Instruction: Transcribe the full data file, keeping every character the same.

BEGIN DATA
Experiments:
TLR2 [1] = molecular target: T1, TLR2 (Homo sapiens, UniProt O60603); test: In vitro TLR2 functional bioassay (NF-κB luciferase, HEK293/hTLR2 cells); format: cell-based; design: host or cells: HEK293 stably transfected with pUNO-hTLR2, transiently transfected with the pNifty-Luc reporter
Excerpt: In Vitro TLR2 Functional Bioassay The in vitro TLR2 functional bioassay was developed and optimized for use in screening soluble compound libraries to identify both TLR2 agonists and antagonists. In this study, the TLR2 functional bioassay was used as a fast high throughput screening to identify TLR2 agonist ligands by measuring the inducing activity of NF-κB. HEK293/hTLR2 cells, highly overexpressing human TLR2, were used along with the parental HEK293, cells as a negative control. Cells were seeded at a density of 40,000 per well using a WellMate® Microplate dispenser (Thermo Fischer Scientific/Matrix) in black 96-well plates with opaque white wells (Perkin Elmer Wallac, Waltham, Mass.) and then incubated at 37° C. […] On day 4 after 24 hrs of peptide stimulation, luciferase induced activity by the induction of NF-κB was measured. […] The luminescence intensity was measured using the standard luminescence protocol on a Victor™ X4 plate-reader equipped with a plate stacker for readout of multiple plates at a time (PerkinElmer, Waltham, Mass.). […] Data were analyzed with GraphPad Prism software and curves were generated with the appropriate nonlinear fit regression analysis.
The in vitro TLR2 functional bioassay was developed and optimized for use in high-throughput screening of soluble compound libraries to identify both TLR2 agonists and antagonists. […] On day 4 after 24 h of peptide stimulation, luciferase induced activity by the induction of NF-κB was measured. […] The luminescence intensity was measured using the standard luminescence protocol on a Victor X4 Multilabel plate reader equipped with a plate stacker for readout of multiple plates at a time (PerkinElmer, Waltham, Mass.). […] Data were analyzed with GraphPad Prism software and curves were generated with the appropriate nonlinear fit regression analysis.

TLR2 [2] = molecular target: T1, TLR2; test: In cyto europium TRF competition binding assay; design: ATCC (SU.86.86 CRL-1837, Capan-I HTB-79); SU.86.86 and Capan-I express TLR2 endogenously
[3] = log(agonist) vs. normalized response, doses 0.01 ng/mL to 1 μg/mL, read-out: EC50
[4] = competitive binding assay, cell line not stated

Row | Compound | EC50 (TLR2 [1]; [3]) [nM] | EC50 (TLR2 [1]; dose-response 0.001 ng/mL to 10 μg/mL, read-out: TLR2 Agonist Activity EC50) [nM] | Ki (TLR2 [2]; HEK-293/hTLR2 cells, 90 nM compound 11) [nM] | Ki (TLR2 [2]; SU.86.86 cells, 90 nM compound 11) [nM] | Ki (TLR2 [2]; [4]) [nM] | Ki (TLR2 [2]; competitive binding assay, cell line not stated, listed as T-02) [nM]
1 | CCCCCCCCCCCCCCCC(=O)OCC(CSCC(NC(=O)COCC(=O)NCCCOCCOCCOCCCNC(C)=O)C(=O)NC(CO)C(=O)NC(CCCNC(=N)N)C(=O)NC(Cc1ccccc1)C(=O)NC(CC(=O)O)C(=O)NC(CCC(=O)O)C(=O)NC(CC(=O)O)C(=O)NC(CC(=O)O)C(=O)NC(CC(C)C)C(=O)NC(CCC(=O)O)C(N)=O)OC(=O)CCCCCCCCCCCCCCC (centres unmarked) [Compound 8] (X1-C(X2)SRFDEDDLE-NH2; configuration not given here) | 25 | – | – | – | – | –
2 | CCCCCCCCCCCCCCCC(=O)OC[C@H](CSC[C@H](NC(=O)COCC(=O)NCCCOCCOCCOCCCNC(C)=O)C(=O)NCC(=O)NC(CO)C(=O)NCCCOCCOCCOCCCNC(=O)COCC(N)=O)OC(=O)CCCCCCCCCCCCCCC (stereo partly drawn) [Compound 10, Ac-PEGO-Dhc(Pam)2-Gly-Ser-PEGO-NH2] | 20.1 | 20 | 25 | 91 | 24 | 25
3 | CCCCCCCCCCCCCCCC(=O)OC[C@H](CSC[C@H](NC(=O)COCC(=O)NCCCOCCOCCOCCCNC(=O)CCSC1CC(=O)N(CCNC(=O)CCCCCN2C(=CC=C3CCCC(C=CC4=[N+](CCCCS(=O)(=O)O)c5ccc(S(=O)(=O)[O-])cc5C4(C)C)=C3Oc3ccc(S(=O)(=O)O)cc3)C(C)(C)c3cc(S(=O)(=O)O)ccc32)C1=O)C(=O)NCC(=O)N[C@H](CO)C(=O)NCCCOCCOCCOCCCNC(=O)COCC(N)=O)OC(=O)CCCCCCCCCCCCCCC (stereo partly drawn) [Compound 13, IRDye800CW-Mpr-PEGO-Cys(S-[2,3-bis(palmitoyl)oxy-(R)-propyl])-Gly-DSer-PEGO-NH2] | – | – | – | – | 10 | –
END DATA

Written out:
Experiments:
TLR2 [1] = molecular target: T1, TLR2 (Homo sapiens, UniProt O60603); test: In vitro TLR2 functional bioassay (NF-κB luciferase, HEK293/hTLR2 cells); format: cell-based; design: host or cells: HEK293 stably transfected with pUNO-hTLR2, transiently transfected with the pNifty-Luc reporter
Excerpt: In Vitro TLR2 Functional Bioassay The in vitro TLR2 functional bioassay was developed and optimized for use in screening soluble compound libraries to identify both TLR2 agonists and antagonists. In this study, the TLR2 functional bioassay was used as a fast high throughput screening to identify TLR2 agonist ligands by measuring the inducing activity of NF-κB. HEK293/hTLR2 cells, highly overexpressing human TLR2, were used along with the parental HEK293, cells as a negative control. Cells were seeded at a density of 40,000 per well using a WellMate® Microplate dispenser (Thermo Fischer Scientific/Matrix) in black 96-well plates with opaque white wells (Perkin Elmer Wallac, Waltham, Mass.) and then incubated at 37° C. […] On day 4 after 24 hrs of peptide stimulation, luciferase induced activity by the induction of NF-κB was measured. […] The luminescence intensity was measured using the standard luminescence protocol on a Victor™ X4 plate-reader equipped with a plate stacker for readout of multiple plates at a time (PerkinElmer, Waltham, Mass.). […] Data were analyzed with GraphPad Prism software and curves were generated with the appropriate nonlinear fit regression analysis.
The in vitro TLR2 functional bioassay was developed and optimized for use in high-throughput screening of soluble compound libraries to identify both TLR2 agonists and antagonists. […] On day 4 after 24 h of peptide stimulation, luciferase induced activity by the induction of NF-κB was measured. […] The luminescence intensity was measured using the standard luminescence protocol on a Victor X4 Multilabel plate reader equipped with a plate stacker for readout of multiple plates at a time (PerkinElmer, Waltham, Mass.). […] Data were analyzed with GraphPad Prism software and curves were generated with the appropriate nonlinear fit regression analysis.

TLR2 [2] = molecular target: T1, TLR2; test: In cyto europium TRF competition binding assay; design: ATCC (SU.86.86 CRL-1837, Capan-I HTB-79); SU.86.86 and Capan-I express TLR2 endogenously
[3] = log(agonist) vs. normalized response, doses 0.01 ng/mL to 1 μg/mL, read-out: EC50
[4] = competitive binding assay, cell line not stated

Row | Compound | EC50 (TLR2 [1]; [3]) [nM] | EC50 (TLR2 [1]; dose-response 0.001 ng/mL to 10 μg/mL, read-out: TLR2 Agonist Activity EC50) [nM] | Ki (TLR2 [2]; HEK-293/hTLR2 cells, 90 nM compound 11) [nM] | Ki (TLR2 [2]; SU.86.86 cells, 90 nM compound 11) [nM] | Ki (TLR2 [2]; [4]) [nM] | Ki (TLR2 [2]; competitive binding assay, cell line not stated, listed as T-02) [nM]
1 | CCCCCCCCCCCCCCCC(=O)OCC(CSCC(NC(=O)COCC(=O)NCCCOCCOCCOCCCNC(C)=O)C(=O)NC(CO)C(=O)NC(CCCNC(=N)N)C(=O)NC(Cc1ccccc1)C(=O)NC(CC(=O)O)C(=O)NC(CCC(=O)O)C(=O)NC(CC(=O)O)C(=O)NC(CC(=O)O)C(=O)NC(CC(C)C)C(=O)NC(CCC(=O)O)C(N)=O)OC(=O)CCCCCCCCCCCCCCC (centres unmarked) [Compound 8] (X1-C(X2)SRFDEDDLE-NH2; configuration not given here) | 25 | – | – | – | – | –
2 | CCCCCCCCCCCCCCCC(=O)OC[C@H](CSC[C@H](NC(=O)COCC(=O)NCCCOCCOCCOCCCNC(C)=O)C(=O)NCC(=O)NC(CO)C(=O)NCCCOCCOCCOCCCNC(=O)COCC(N)=O)OC(=O)CCCCCCCCCCCCCCC (stereo partly drawn) [Compound 10, Ac-PEGO-Dhc(Pam)2-Gly-Ser-PEGO-NH2] | 20.1 | 20 | 25 | 91 | 24 | 25
3 | CCCCCCCCCCCCCCCC(=O)OC[C@H](CSC[C@H](NC(=O)COCC(=O)NCCCOCCOCCOCCCNC(=O)CCSC1CC(=O)N(CCNC(=O)CCCCCN2C(=CC=C3CCCC(C=CC4=[N+](CCCCS(=O)(=O)O)c5ccc(S(=O)(=O)[O-])cc5C4(C)C)=C3Oc3ccc(S(=O)(=O)O)cc3)C(C)(C)c3cc(S(=O)(=O)O)ccc32)C1=O)C(=O)NCC(=O)N[C@H](CO)C(=O)NCCCOCCOCCOCCCNC(=O)COCC(N)=O)OC(=O)CCCCCCCCCCCCCCC (stereo partly drawn) [Compound 13, IRDye800CW-Mpr-PEGO-Cys(S-[2,3-bis(palmitoyl)oxy-(R)-propyl])-Gly-DSer-PEGO-NH2] | – | – | – | – | 10 | –